Pierre Bonnard (1867-1947) was not a revolutionary artist but he synthesized several different styles to create works of striking painterliness and memorably glorious color. He borrowed a lightness from the Impressionists, a bold palette from the Post-Impressionists and Fauves, a compressed dimensionality from Matisse and added an immense intensity of his own. His oeuvre combines the poignancy of Degas with the lyricism and luminosity of Rothko. He may not be in the very top tier of artists and, indeed, much of his oeuvre, is a bit disappointing – too sketchy, too unresolved, almost sloppy. Nevertheless, at his best he is marvelous…( Carter B. Horseley)
He saw her, a girl of twenty, in a Montmartre street one day in 1895, and at once with the sudden boldness of shy people, spoke to her. She was to be his companion till her death in 1942. She told him her name was Marthe de Meligny, hinting at aristocratic origins, although she was more prosaically known as Maria Boursin and was simply a midinette. He believed her story, or pretended to, and did not find out her real name until 1925, when he married her, a gesture which meant so little to him that he had not even bothered to notify his family and asked his concierges to act as witness.
Marthe, on the other hand, meant a great deal to him. She was to be the model for a long series of exquisite nudes, the quintessence of youthful lovliness. What is remarkable about them is their combination of sensuousness and chastity. Degas’s Toulouse-Lautrec’s and even Renoir’s nudes somehow betray the intrusion of a man’s eye; those of Bonnard comb their hair, dry their backs, or put on their stockings with the easy abandon of people unobserved.
She was of fragile health; hence after the turn of the century the couple tended more and more to desert Paris for the country; eventually, they moved to La Cannet, a village above Cannes. And now, for the first time, Bonnard turned seriously to landscape painting, which was finally to occupy him almost to the exclusion of all other themes. Marthe liked the country for another reason. She was pathologically shy and jealous: away from the city she could have Pierre to herself. Here, he would not run off to see his friends on the pretext of taking the dog for a walk. Thus she gradually isolated him from society.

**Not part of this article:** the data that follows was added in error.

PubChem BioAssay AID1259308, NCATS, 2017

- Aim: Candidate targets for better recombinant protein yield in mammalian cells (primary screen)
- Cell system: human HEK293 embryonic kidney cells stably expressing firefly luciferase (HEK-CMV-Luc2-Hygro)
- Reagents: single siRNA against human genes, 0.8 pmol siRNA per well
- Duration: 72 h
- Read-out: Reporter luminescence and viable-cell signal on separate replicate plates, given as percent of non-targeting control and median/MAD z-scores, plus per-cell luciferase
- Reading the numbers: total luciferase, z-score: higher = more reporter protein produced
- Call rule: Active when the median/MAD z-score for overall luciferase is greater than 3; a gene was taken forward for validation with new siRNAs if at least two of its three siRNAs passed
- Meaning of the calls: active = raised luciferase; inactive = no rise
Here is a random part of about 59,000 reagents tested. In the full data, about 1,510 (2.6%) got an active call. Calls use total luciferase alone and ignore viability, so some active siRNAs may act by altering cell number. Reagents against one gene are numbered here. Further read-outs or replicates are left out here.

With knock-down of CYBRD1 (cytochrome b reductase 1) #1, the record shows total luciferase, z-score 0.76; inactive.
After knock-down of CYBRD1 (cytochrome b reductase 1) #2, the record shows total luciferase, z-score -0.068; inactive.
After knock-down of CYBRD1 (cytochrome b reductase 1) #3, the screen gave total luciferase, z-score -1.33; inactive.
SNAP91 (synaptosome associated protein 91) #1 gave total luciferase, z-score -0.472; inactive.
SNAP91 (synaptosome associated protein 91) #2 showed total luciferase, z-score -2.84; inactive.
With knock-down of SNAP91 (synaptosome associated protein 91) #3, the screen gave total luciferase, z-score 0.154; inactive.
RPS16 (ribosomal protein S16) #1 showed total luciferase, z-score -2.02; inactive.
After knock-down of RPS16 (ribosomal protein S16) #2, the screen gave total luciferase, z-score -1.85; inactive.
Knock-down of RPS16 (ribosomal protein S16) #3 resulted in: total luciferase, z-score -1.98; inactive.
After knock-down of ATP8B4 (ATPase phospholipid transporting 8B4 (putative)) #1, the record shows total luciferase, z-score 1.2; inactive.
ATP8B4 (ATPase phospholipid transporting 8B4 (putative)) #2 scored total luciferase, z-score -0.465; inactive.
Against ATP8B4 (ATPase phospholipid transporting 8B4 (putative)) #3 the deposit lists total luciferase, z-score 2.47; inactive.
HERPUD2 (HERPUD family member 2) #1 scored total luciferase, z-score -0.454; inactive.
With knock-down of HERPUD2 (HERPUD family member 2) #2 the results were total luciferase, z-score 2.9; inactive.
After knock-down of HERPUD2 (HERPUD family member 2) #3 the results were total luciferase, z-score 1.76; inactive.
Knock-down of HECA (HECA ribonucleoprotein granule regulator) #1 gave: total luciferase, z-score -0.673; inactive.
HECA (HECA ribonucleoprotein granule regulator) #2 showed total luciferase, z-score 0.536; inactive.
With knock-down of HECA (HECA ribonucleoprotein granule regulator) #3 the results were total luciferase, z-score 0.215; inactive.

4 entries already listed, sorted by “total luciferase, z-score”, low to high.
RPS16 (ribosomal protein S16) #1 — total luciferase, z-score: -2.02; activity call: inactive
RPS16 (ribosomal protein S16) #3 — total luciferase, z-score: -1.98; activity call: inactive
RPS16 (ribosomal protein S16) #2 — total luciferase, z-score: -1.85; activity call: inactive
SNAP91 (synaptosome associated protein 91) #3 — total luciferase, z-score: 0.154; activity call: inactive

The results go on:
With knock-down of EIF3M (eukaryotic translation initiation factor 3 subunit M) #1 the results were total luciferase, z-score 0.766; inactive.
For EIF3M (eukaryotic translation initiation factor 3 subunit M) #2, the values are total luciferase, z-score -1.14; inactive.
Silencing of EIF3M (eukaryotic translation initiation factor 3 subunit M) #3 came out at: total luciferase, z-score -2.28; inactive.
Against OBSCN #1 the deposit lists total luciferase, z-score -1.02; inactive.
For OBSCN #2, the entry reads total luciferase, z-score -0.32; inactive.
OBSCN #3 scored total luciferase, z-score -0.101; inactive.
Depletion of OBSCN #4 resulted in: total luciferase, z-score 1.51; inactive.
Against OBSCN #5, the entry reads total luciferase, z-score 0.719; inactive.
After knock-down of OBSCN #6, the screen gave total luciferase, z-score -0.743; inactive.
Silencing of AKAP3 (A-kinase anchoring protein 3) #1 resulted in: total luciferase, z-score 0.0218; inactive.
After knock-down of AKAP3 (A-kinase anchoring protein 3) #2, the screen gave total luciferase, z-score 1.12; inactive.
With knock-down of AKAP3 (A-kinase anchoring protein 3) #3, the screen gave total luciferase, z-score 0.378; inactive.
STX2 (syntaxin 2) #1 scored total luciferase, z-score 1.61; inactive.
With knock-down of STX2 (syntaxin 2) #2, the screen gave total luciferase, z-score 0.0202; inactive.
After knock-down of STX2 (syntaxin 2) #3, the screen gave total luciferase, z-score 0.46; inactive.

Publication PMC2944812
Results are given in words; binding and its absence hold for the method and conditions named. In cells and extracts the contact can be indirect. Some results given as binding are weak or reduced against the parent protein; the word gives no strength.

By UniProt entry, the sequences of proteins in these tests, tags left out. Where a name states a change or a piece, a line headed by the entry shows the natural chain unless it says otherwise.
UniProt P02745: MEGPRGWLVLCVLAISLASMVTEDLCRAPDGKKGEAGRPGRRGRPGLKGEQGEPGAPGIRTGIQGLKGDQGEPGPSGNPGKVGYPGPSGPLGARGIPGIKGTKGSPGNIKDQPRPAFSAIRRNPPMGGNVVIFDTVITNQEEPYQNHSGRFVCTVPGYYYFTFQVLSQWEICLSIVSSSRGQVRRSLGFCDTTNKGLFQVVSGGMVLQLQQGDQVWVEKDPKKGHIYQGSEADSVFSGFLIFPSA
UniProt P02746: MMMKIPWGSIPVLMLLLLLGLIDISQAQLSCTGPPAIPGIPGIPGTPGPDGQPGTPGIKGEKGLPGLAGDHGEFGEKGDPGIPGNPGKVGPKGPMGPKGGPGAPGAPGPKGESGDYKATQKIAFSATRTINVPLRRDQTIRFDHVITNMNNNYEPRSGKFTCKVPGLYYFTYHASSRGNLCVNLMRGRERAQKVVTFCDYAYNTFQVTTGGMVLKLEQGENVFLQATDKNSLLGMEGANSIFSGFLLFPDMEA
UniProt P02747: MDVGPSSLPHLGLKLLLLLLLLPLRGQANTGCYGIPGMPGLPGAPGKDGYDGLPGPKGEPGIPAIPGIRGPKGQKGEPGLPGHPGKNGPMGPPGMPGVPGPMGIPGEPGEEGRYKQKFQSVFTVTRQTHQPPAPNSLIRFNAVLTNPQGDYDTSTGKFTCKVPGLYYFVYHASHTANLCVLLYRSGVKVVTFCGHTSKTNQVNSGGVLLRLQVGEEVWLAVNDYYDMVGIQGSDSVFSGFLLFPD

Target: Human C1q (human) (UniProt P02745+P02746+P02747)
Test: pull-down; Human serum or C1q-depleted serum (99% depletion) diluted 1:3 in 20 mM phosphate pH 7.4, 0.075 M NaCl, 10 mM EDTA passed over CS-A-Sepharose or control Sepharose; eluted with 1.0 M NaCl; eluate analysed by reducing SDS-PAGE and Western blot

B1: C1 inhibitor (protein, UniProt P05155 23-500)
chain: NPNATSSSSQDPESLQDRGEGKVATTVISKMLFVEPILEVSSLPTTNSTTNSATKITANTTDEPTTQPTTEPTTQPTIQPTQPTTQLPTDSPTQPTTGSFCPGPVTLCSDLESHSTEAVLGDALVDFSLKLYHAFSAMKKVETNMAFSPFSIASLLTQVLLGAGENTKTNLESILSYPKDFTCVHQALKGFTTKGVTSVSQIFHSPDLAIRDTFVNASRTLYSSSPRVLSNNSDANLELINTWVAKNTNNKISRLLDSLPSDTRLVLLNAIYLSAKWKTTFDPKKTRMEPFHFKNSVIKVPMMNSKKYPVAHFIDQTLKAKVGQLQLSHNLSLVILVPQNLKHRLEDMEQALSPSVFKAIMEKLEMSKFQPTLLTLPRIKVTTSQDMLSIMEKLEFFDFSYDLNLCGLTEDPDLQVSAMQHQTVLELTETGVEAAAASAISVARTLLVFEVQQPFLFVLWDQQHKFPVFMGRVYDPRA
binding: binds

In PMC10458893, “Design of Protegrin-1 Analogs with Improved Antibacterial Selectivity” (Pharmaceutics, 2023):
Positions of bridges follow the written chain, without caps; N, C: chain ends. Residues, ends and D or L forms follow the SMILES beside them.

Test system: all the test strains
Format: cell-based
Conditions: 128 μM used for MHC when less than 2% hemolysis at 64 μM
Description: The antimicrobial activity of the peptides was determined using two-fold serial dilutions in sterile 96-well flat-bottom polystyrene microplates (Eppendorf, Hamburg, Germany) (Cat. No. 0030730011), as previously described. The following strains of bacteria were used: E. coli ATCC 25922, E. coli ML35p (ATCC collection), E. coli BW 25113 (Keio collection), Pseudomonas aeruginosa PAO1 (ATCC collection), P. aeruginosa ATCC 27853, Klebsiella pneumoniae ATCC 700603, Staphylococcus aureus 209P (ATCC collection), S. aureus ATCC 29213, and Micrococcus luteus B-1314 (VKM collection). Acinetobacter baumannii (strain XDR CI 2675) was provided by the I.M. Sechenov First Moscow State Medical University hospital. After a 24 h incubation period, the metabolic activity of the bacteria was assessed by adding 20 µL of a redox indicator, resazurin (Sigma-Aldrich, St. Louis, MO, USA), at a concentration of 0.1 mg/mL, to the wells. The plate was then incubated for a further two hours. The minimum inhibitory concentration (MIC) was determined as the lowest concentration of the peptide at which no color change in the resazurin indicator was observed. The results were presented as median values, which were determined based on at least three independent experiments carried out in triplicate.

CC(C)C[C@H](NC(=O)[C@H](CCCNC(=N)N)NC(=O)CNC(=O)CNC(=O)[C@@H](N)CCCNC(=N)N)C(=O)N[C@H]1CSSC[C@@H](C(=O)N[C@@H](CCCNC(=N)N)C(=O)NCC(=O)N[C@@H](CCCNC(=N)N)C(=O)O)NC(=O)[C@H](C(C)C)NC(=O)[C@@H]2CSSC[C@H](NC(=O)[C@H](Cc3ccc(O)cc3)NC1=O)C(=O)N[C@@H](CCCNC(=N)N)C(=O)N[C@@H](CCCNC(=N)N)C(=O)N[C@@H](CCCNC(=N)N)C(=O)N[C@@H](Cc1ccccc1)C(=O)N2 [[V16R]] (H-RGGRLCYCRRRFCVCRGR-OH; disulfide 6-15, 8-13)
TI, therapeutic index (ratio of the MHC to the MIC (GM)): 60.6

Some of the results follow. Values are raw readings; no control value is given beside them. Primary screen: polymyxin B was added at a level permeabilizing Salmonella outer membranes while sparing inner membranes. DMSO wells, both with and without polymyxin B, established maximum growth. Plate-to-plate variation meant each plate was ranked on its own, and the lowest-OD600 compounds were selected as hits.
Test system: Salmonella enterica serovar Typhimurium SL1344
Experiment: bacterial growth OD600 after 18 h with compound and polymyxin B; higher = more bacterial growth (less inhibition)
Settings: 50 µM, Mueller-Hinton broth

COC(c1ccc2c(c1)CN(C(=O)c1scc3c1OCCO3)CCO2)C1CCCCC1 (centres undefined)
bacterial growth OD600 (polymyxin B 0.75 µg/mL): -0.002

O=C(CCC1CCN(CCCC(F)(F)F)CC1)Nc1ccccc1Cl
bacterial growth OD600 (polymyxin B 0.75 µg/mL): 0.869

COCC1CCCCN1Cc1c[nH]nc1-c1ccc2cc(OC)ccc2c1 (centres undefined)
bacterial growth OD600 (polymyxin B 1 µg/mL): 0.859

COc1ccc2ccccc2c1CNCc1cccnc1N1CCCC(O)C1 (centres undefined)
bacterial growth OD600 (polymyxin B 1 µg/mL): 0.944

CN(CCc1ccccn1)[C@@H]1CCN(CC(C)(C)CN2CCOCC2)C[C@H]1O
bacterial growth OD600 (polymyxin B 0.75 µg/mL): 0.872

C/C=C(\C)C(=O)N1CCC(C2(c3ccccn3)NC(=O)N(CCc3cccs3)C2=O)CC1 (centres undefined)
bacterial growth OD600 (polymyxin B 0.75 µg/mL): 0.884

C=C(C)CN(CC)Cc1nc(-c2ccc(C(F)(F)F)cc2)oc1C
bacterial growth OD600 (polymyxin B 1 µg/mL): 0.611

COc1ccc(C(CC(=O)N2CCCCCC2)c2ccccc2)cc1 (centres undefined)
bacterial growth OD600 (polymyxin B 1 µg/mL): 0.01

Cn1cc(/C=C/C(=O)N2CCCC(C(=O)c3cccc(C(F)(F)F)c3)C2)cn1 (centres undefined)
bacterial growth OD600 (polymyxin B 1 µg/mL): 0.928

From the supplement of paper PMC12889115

No doubt Bonnard sometimes found the weight of her tyranny heavy to bear. Yet he loved her as he loved no one else. He slept in an old iron bed in a monastic cell, but he himself made the furniture for her room. “His” paintings lay rolled on the floor, “hers”- she painted occasionally under the name Marthe Solange- were framed and hung on the walls. When she died, Bonnard informed no one of the event, but he locked her room as it was and never allowed a visitor to enter it.
…I am not sure whether the term “vocation” exactly applies to me. What attracted me then was less art itself than the artist’s life, with all that I thought in terms of free expression, of imagination and liberty to live as one pleased . . . I wanted at all costs, to escape from a monotonous existence. –Pierre Bonnard “I dream of seeking the absolute,” Pierre Bonnard wrote to Henri Matisse early in November 1940…. Bonnard, in fact, frequently distorts his perspectives to achieve an awry ambiance. Many of his compositions seem somewhat askew….
In fact she had provided him with what he needed most: independence and uninvolvement. Unlike more strongly armored, if not stronger personalities, Bonnard could not have withstood the pressure of modern life. He was acquainted with it, enjoyed, but as an observer, a “flaneur” . He would have loved the world, had the world consented to leave him alone. It is this fear of involvement, this determination to travel light, that explains the extreme sobriety and simplicity of his ways.
Although his paintings had been bringing considerable prices since the 1920’s, he lived and worked in conditions of near poverty, and often of acute discomfort. During the Second World War, when a friend, after having seem him writhe unhappily in his hard, bamboo rest chair, brought him a mattress to make it softer, he firmly refused it: “Not that. I am not going to get accustomed to comfort at my age. Comfort means the end of liberty.”